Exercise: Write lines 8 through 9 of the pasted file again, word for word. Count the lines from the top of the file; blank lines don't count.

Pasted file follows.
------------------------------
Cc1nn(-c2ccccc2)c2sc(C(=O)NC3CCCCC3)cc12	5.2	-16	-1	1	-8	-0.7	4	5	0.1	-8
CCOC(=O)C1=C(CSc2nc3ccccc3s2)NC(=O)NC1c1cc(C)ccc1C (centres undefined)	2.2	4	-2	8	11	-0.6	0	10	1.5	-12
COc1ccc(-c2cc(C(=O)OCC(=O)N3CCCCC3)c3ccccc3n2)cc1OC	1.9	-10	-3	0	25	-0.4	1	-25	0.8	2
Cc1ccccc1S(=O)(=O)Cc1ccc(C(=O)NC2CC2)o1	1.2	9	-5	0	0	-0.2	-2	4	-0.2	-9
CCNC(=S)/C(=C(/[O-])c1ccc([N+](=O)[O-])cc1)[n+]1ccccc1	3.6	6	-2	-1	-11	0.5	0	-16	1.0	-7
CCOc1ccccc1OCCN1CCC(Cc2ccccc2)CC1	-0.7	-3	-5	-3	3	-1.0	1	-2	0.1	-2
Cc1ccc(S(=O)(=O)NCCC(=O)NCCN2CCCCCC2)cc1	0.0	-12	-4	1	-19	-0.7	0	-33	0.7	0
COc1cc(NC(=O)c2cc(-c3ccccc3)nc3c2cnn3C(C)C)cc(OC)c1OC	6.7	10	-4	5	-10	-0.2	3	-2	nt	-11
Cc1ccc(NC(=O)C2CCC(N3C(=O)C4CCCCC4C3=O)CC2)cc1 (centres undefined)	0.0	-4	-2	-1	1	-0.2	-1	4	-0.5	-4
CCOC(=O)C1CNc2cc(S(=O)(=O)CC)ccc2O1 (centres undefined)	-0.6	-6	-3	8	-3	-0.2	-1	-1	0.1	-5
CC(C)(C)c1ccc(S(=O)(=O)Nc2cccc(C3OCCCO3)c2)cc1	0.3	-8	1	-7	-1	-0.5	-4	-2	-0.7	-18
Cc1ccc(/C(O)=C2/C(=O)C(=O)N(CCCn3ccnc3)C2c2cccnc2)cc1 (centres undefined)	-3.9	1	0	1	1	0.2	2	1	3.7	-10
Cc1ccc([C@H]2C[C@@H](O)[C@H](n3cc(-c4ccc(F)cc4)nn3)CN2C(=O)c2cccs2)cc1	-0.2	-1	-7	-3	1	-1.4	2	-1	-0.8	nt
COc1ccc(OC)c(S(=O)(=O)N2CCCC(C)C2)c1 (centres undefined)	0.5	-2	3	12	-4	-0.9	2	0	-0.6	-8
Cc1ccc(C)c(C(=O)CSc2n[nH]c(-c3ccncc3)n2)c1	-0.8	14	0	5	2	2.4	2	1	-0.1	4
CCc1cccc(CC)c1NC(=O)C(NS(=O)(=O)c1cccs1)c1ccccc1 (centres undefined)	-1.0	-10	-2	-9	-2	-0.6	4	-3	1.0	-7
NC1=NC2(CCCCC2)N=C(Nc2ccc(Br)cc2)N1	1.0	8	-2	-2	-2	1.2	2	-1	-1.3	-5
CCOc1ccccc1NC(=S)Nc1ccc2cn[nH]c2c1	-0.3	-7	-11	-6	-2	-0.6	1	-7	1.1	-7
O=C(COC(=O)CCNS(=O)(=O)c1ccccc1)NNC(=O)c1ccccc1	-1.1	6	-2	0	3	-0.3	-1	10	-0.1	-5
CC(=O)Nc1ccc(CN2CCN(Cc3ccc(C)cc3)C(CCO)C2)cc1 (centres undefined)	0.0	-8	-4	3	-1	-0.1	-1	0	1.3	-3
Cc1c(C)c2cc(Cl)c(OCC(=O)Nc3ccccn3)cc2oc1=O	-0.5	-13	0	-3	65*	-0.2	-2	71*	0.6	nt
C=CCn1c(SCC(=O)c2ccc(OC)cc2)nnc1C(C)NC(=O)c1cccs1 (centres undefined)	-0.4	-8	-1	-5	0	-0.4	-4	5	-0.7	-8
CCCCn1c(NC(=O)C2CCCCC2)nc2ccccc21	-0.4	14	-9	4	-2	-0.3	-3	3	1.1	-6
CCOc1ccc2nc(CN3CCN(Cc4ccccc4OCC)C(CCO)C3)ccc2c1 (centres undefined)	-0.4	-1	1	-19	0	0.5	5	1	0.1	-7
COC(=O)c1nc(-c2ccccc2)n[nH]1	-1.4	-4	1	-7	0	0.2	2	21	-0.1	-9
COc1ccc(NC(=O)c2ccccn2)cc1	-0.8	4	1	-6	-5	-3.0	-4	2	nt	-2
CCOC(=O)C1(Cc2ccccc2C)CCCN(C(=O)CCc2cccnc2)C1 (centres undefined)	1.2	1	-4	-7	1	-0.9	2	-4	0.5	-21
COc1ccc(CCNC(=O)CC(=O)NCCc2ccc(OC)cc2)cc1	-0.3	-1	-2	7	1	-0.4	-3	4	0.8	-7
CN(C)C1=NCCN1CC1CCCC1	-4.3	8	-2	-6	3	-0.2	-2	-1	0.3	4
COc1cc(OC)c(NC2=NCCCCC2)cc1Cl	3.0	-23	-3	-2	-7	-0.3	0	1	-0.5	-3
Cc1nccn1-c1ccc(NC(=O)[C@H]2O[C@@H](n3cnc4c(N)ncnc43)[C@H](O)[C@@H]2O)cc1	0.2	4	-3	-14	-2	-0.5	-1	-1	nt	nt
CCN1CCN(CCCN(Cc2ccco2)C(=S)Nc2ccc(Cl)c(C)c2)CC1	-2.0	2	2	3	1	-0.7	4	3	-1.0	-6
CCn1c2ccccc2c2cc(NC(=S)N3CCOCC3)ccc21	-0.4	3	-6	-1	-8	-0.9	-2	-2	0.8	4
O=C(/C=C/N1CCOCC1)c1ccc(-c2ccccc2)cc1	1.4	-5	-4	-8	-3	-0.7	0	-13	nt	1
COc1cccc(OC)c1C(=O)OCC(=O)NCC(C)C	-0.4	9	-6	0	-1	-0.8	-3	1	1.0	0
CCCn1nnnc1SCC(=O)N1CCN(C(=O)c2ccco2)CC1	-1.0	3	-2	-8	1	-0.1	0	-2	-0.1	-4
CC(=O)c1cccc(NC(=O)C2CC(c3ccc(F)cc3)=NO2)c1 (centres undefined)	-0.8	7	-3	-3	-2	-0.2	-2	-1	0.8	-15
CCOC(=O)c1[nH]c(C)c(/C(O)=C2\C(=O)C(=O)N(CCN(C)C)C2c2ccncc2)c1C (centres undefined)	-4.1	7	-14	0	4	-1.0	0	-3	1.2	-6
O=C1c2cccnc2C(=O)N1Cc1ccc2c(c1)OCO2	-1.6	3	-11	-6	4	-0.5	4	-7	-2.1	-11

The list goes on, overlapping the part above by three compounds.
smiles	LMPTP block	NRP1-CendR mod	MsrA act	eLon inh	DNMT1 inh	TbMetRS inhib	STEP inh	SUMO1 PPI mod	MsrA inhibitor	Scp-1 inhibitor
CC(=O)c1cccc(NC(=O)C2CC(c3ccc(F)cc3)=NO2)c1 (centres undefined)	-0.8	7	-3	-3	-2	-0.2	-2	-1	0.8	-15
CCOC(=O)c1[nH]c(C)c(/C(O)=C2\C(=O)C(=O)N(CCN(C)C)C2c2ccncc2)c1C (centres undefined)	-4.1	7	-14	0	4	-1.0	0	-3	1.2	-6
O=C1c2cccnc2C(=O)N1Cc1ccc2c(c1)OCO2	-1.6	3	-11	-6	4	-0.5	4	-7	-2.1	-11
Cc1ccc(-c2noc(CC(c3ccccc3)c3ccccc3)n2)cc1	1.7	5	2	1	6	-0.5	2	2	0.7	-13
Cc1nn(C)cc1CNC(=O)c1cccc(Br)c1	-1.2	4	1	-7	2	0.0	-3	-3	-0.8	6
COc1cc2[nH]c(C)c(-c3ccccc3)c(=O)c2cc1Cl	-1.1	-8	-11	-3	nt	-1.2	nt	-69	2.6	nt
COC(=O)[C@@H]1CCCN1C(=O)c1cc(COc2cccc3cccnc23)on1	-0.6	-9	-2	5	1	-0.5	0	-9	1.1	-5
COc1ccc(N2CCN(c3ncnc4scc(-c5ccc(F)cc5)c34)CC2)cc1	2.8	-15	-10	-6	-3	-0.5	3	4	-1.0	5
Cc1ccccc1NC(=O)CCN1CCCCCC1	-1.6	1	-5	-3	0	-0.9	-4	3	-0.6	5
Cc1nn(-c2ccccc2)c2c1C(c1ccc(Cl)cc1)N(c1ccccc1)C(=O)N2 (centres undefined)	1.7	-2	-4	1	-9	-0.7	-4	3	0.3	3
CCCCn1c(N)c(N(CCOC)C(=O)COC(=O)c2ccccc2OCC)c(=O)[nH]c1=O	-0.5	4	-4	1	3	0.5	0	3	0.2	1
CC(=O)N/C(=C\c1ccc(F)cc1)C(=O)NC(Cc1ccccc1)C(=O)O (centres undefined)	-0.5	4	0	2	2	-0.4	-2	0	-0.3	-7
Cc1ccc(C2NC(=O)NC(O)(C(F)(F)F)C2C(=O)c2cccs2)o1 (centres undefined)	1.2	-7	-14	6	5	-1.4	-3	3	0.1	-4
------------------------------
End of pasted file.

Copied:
COc1cc(NC(=O)c2cc(-c3ccccc3)nc3c2cnn3C(C)C)cc(OC)c1OC	6.7	10	-4	5	-10	-0.2	3	-2	nt	-11
Cc1ccc(NC(=O)C2CCC(N3C(=O)C4CCCCC4C3=O)CC2)cc1 (centres undefined)	0.0	-4	-2	-1	1	-0.2	-1	4	-0.5	-4